Chicago firm hierarchy

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Chicago firm hierarchy

Post by Anonymous User » Mon Apr 20, 2020 11:42 pm

What's the current hierarchy for Chicago law firms (only litigation)? Which place is the best training ground for a new associate?

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trebekismyhero

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Re: Chicago firm hierarchy

Post by trebekismyhero » Tue Apr 21, 2020 11:23 am

Anonymous User wrote:What's the current hierarchy for Chicago law firms (only litigation)? Which place is the best training ground for a new associate?
Idk if there is such a thing as best training ground since they all generally train the same. I think the answer for both are the two main boutiques, Bartlitt Beck and Goldman Ismail. But those generally don't take summers and hire clerks.

Of the big law firms, I think of it mostly in tiers.

My personal opinion for lit, tier 1 is Sidley, Winston, Kirkland, and Jenner.

Below them Mayer, McDermott, and Katten. Schiff and Riley Safer probably right below them. Although Riley Safer has some good work around white collar.

Just using Chicago based firms above. Obviously Skadden, Latham and Jones Day are up there as well.

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Sackboy

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Re: Chicago firm hierarchy

Post by Sackboy » Tue Apr 21, 2020 12:30 pm

+1 to Trebek. Solid tier list and absolutely correct in saying that training is largely similar. The only distinction for training is that it's probably on an accelerated timeline at the litigation boutiques compared to the biglaw firms. If you're a quick learner, that's great for you. If you're not, that's not so great.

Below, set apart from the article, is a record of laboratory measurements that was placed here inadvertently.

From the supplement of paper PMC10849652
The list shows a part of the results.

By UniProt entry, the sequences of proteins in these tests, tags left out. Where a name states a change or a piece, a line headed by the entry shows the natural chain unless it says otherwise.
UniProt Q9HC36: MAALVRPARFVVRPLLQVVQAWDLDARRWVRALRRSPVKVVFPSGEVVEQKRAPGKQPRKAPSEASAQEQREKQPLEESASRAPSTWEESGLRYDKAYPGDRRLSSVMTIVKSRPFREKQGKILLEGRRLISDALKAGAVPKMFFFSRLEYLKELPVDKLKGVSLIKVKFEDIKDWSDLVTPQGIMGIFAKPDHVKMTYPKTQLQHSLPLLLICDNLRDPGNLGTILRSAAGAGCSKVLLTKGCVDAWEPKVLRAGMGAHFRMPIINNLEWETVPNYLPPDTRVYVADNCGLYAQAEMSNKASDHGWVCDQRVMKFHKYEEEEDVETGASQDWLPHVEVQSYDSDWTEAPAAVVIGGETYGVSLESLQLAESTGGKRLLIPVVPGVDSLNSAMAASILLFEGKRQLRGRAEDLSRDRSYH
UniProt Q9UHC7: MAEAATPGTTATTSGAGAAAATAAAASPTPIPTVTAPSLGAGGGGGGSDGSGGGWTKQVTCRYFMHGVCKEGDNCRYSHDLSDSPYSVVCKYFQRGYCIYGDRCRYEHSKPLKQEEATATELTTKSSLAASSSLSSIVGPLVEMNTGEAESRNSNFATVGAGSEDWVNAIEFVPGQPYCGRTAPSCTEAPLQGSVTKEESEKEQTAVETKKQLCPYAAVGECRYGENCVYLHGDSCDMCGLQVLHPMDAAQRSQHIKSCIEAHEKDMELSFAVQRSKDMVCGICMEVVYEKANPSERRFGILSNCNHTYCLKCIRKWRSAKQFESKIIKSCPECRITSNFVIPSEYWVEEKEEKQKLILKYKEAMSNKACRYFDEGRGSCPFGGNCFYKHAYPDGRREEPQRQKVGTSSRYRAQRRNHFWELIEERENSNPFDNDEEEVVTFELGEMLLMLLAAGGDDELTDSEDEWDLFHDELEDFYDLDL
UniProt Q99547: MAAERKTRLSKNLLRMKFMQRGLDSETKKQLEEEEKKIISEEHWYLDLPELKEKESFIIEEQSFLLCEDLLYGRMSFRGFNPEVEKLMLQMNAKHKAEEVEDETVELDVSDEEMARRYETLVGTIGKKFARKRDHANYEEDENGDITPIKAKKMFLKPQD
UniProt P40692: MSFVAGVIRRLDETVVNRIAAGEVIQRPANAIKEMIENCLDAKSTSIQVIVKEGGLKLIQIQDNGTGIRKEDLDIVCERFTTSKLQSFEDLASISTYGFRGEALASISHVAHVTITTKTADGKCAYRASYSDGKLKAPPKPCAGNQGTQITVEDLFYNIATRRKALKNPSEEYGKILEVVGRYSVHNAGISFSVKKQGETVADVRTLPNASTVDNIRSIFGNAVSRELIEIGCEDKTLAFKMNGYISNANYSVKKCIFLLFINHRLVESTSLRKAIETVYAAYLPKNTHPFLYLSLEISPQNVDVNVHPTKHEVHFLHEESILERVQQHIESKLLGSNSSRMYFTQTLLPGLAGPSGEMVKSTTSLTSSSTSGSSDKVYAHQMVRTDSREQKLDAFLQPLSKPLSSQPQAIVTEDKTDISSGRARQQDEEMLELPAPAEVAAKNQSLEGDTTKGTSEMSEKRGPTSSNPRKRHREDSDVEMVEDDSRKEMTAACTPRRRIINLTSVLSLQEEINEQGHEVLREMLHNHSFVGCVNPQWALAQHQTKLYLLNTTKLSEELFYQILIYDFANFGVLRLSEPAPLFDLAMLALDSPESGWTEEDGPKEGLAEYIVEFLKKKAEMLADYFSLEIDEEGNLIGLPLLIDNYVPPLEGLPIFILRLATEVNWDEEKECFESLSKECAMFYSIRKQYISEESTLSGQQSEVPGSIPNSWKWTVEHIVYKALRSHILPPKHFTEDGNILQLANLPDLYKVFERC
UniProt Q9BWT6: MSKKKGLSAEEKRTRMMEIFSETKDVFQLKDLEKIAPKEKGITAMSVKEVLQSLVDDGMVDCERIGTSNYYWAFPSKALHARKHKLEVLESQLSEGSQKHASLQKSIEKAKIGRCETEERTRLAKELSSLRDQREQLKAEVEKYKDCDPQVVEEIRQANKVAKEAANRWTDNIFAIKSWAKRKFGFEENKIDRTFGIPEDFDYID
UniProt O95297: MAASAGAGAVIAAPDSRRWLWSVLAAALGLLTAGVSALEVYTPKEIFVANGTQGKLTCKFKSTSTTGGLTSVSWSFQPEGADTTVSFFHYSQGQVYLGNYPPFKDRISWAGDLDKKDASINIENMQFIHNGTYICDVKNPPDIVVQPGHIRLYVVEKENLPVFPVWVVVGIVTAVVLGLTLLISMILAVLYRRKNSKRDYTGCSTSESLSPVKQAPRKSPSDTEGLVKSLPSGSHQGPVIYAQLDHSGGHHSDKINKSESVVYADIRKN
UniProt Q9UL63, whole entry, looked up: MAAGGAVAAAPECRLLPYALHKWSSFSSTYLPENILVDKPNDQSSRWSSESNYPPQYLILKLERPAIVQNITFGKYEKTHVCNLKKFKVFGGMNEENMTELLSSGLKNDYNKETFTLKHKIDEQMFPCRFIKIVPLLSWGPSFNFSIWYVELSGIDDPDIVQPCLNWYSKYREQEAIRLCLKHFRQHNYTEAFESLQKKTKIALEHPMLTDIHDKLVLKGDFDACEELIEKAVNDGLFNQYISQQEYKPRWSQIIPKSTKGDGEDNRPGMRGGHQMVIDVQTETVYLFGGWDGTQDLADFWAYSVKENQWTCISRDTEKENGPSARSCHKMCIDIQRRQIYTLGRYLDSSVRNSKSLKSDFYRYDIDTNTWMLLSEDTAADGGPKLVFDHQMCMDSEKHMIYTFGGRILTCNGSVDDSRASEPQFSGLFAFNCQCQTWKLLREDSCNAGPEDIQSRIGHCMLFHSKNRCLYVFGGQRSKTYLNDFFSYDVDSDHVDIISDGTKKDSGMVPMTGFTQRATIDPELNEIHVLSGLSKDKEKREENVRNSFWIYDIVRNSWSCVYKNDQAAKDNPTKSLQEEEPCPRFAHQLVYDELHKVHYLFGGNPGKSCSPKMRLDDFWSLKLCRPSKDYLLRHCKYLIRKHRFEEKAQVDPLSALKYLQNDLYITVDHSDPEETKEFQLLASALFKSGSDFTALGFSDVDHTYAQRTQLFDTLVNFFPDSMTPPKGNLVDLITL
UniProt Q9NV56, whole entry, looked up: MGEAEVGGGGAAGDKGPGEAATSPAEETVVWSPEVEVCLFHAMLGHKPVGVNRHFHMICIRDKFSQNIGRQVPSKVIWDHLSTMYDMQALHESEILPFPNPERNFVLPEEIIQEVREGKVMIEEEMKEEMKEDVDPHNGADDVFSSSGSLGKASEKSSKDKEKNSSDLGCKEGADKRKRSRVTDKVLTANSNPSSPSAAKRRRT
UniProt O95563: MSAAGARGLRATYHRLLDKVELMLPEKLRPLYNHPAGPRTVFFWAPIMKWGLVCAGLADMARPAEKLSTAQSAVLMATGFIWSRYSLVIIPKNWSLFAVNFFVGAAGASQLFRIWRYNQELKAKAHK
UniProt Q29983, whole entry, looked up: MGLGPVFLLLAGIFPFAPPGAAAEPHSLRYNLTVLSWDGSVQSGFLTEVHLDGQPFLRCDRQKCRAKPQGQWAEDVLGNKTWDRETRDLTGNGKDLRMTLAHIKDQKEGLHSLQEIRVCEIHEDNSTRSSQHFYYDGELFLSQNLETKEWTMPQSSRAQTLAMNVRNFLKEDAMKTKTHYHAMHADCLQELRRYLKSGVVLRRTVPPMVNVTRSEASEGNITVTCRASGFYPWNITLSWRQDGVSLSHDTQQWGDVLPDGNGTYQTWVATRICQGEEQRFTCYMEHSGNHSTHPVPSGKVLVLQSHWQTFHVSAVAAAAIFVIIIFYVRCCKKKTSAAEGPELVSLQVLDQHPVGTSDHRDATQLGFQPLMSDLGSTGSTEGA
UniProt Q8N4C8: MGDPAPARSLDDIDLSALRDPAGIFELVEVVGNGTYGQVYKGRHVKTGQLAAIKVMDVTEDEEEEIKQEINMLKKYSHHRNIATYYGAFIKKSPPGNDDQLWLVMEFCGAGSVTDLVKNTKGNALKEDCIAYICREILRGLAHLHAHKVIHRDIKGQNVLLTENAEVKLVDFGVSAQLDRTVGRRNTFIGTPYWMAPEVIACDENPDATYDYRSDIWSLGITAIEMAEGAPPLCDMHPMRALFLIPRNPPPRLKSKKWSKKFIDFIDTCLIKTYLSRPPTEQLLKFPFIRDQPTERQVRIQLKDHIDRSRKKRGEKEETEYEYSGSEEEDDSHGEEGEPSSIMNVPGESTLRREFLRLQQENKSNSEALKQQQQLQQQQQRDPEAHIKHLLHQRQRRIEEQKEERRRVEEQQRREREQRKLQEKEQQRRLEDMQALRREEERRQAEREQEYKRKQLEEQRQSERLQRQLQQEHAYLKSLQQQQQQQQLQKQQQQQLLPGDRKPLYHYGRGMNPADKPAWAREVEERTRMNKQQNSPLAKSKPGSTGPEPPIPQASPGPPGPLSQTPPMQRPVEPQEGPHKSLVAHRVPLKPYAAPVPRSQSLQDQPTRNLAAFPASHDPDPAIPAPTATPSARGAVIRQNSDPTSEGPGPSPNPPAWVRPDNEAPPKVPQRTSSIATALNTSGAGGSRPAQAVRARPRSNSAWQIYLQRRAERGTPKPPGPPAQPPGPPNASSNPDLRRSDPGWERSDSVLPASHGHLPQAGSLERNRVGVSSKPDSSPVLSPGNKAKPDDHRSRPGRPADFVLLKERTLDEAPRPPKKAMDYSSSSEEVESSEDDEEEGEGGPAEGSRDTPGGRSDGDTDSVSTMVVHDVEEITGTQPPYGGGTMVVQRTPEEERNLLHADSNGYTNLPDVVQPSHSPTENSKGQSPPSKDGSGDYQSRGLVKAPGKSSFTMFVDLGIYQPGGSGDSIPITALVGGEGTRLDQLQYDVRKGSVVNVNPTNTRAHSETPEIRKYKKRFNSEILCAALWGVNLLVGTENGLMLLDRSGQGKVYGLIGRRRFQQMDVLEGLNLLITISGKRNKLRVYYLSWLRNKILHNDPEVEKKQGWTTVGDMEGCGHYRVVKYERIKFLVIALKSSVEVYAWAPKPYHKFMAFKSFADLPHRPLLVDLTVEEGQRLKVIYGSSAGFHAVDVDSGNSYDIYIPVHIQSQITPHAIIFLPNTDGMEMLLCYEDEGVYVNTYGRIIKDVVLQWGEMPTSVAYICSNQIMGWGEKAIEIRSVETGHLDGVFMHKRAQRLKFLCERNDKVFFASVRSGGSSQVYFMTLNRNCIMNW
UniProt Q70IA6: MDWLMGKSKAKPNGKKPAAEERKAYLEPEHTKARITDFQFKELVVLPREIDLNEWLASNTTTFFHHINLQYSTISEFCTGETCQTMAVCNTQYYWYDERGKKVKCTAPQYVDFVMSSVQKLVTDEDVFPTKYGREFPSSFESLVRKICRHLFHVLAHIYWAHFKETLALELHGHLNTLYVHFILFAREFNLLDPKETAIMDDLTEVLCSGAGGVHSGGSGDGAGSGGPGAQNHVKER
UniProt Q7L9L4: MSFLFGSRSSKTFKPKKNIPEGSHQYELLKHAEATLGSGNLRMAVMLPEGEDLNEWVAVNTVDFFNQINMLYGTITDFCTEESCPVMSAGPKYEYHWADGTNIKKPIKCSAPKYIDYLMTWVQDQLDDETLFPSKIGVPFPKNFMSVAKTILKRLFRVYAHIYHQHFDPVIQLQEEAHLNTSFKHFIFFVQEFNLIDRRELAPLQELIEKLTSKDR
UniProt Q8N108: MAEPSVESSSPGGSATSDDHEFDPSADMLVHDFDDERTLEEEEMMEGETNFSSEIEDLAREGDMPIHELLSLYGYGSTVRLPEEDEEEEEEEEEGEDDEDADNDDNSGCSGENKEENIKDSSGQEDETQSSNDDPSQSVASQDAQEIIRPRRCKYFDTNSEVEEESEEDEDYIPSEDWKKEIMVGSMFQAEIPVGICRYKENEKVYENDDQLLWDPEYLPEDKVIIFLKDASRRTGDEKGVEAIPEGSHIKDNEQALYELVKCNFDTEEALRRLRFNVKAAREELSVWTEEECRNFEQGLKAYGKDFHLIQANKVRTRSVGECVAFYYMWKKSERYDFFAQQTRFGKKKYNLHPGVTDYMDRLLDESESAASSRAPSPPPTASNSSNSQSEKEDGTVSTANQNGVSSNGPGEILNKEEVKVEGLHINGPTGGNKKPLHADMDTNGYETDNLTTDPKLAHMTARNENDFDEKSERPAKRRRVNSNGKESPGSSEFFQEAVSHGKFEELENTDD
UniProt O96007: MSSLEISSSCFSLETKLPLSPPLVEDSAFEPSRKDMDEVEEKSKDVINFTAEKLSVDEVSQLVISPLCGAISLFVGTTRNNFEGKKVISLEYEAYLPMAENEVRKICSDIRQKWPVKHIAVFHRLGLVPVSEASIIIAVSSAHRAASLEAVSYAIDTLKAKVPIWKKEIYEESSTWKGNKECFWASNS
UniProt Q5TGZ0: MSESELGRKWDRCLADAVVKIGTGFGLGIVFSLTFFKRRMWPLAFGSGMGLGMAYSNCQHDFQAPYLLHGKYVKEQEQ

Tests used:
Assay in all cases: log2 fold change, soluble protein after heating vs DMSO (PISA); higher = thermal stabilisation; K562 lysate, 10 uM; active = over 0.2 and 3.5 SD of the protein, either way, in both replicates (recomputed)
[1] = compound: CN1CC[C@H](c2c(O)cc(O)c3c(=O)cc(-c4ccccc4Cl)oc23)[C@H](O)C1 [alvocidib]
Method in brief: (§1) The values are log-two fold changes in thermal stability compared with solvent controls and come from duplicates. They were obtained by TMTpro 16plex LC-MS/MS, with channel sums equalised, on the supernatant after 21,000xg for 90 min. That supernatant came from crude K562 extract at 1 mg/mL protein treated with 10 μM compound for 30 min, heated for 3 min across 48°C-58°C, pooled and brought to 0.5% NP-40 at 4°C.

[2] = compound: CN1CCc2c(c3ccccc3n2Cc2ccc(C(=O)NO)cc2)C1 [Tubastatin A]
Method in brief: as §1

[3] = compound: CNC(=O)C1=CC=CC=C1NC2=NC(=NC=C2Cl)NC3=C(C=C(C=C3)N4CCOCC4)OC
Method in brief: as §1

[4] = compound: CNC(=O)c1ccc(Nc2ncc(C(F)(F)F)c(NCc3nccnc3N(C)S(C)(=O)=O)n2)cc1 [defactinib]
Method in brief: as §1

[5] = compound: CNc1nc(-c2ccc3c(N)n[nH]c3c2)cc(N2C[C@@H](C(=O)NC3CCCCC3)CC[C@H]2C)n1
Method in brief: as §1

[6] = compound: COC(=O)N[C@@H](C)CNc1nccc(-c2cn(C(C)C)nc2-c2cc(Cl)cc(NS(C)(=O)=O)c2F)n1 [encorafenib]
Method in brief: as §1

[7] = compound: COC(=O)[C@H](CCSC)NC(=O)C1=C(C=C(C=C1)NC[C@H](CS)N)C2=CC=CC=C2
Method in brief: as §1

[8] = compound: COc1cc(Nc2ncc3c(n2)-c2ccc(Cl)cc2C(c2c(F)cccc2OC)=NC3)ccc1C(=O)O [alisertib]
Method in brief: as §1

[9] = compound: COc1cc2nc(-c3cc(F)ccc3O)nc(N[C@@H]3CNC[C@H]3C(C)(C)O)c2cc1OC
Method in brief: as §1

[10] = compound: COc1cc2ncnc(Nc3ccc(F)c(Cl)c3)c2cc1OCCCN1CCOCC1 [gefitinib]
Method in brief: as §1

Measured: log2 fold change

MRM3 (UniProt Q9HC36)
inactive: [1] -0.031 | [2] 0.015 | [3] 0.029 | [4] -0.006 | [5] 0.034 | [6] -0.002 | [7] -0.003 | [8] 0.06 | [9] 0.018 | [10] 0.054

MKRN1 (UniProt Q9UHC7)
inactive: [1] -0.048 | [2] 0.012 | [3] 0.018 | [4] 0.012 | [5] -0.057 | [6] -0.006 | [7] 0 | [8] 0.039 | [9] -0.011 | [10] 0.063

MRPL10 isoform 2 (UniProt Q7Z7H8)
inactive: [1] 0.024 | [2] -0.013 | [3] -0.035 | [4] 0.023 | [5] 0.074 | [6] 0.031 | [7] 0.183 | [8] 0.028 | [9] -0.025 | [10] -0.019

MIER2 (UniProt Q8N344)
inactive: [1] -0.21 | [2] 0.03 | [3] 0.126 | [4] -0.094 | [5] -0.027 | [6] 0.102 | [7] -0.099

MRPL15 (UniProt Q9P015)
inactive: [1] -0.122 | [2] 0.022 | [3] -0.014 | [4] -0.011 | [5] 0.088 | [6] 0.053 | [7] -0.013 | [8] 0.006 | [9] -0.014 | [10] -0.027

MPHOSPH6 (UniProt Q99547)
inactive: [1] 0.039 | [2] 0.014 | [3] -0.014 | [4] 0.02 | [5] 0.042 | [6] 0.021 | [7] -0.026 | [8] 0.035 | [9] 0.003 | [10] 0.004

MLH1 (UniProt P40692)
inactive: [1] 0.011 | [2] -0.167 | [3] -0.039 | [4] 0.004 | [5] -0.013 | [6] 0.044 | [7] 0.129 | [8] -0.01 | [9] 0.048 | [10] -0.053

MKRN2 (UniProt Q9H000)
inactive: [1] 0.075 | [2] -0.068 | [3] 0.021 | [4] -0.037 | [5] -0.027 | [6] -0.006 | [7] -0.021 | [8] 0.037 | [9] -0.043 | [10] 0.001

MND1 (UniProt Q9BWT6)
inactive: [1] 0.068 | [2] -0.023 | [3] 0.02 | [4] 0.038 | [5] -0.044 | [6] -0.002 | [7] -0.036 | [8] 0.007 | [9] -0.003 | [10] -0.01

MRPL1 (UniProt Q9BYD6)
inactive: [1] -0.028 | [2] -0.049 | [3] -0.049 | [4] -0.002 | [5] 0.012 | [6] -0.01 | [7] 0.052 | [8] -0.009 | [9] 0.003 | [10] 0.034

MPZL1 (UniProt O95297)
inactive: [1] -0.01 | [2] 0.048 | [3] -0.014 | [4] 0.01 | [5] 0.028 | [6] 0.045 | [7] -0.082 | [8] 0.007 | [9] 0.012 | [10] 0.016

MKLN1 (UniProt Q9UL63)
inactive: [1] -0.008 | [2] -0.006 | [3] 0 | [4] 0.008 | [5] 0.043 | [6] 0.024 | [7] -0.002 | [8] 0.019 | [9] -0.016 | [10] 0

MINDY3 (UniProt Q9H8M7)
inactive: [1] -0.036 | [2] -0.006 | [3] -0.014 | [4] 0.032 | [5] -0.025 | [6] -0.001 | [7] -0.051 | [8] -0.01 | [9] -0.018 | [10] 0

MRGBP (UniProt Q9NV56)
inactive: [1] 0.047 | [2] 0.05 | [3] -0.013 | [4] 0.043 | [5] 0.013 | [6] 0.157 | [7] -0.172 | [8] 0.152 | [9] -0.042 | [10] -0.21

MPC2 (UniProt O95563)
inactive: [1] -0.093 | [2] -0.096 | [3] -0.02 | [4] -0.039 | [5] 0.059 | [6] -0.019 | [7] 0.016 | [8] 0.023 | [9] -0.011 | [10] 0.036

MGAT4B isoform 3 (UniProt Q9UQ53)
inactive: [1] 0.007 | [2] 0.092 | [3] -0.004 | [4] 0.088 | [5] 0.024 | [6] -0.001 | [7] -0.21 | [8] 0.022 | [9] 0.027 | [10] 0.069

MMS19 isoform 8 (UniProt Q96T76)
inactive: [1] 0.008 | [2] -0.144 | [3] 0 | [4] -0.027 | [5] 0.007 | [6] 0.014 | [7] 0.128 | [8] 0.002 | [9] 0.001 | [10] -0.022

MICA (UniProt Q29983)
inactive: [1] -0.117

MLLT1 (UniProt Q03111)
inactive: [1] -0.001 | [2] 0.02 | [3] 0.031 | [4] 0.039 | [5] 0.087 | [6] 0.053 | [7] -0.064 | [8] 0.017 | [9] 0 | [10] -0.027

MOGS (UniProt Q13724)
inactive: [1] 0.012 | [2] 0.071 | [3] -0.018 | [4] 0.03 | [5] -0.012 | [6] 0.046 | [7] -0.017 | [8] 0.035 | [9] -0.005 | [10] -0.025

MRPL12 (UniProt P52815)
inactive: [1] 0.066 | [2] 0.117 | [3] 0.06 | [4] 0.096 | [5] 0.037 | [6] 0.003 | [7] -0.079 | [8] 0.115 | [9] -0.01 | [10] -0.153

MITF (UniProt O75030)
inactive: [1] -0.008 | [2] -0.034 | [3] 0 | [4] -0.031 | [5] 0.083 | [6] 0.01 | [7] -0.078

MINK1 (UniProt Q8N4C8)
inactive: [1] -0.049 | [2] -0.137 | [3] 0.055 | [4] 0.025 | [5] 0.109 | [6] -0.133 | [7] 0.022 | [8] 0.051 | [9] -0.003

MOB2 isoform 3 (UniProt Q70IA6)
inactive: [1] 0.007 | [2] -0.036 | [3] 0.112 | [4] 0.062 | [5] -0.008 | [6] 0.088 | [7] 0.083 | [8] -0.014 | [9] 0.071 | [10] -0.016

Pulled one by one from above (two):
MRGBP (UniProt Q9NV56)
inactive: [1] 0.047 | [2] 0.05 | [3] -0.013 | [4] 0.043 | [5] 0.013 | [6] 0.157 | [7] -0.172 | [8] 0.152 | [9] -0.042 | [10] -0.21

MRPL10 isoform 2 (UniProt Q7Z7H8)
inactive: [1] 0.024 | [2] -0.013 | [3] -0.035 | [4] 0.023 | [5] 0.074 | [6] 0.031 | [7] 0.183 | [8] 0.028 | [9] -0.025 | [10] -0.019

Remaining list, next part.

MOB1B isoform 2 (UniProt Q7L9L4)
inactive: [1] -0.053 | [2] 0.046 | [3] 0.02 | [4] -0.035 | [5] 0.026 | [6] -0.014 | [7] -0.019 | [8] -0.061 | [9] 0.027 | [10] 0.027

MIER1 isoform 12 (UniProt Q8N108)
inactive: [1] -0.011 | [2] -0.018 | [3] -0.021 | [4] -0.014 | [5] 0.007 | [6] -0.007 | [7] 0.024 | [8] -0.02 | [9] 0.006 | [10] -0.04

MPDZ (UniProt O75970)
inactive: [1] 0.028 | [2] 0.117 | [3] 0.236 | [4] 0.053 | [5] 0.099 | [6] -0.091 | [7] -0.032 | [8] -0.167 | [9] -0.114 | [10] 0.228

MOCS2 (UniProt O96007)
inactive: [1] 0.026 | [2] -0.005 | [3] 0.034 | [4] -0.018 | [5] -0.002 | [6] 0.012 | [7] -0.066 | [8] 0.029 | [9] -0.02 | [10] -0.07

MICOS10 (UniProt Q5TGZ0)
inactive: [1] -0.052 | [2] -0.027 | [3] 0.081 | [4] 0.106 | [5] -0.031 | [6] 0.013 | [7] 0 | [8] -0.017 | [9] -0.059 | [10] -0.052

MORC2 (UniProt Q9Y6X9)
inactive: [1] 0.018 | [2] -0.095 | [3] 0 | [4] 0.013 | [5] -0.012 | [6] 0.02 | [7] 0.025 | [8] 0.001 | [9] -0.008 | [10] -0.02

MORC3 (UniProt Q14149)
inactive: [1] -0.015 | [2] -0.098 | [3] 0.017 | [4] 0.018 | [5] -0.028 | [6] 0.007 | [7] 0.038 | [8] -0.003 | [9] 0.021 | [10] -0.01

I'd also add Eimer Stahl to the list of great Chicago lit boutiques that "don't take summers and hire clerks." ES is stacked with T13 grads with honors, and 1/3 of their lawyers have a DCt/COA clerkships (one even has a SCOTUS clerkship). When they do hire straight out of law school, it's near top of the class (3.85+), iirc.

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bajablast

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Re: Chicago firm hierarchy

Post by bajablast » Tue Apr 21, 2020 5:11 pm

Jenner, Winston, and Mayer used to be big law litigation power houses but they have taken a step back over the years. They typically have smaller classes and pay less than Kirkland and Sidley.

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trebekismyhero

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Re: Chicago firm hierarchy

Post by trebekismyhero » Wed Apr 22, 2020 10:03 am

bajablast wrote:Jenner, Winston, and Mayer used to be big law litigation power houses but they have taken a step back over the years. They typically have smaller classes and pay less than Kirkland and Sidley.
For corporate they are definitely behind Kirkland and Sidley, but I think Jenner and Winston are still equal when it comes to lit. They are still handling major cases with huge fortune 500 clients. Also, they are all lockstep firms. Although Jenner has been hedging on salary increases lately. Kirkland obviously beats them all with bonuses.

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Re: Chicago firm hierarchy

Post by Anonymous User » Thu Apr 30, 2020 8:20 pm

Curious for the Chicago lit lawyers here: do you have an intuition on whether magna from UChicago and two good federal clerkships, though not with feeders, is enough to have a snowball’s chance in hell at Bartlit Beck? Would I need a vote of confidence from Mortara (almost certainly not going to happen)?

The Lsat Airbender

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Re: Chicago firm hierarchy

Post by The Lsat Airbender » Fri May 01, 2020 11:45 am

Anonymous User wrote:Curious for the Chicago lit lawyers here: do you have an intuition on whether magna from UChicago and two good federal clerkships, though not with feeders, is enough to have a snowball’s chance in hell at Bartlit Beck? Would I need a vote of confidence from Mortara (almost certainly not going to happen)?
UChicago doesn't do Latin honors so that would be pretty impressive :lol:

Yeah, of course top-10% at Chicago and two federal clerkships gets you to a point where they'll at least read the rest of your resume. Law Review probably also necessary. You'd still need some kind of hook, and some luck, to actually clinch it.

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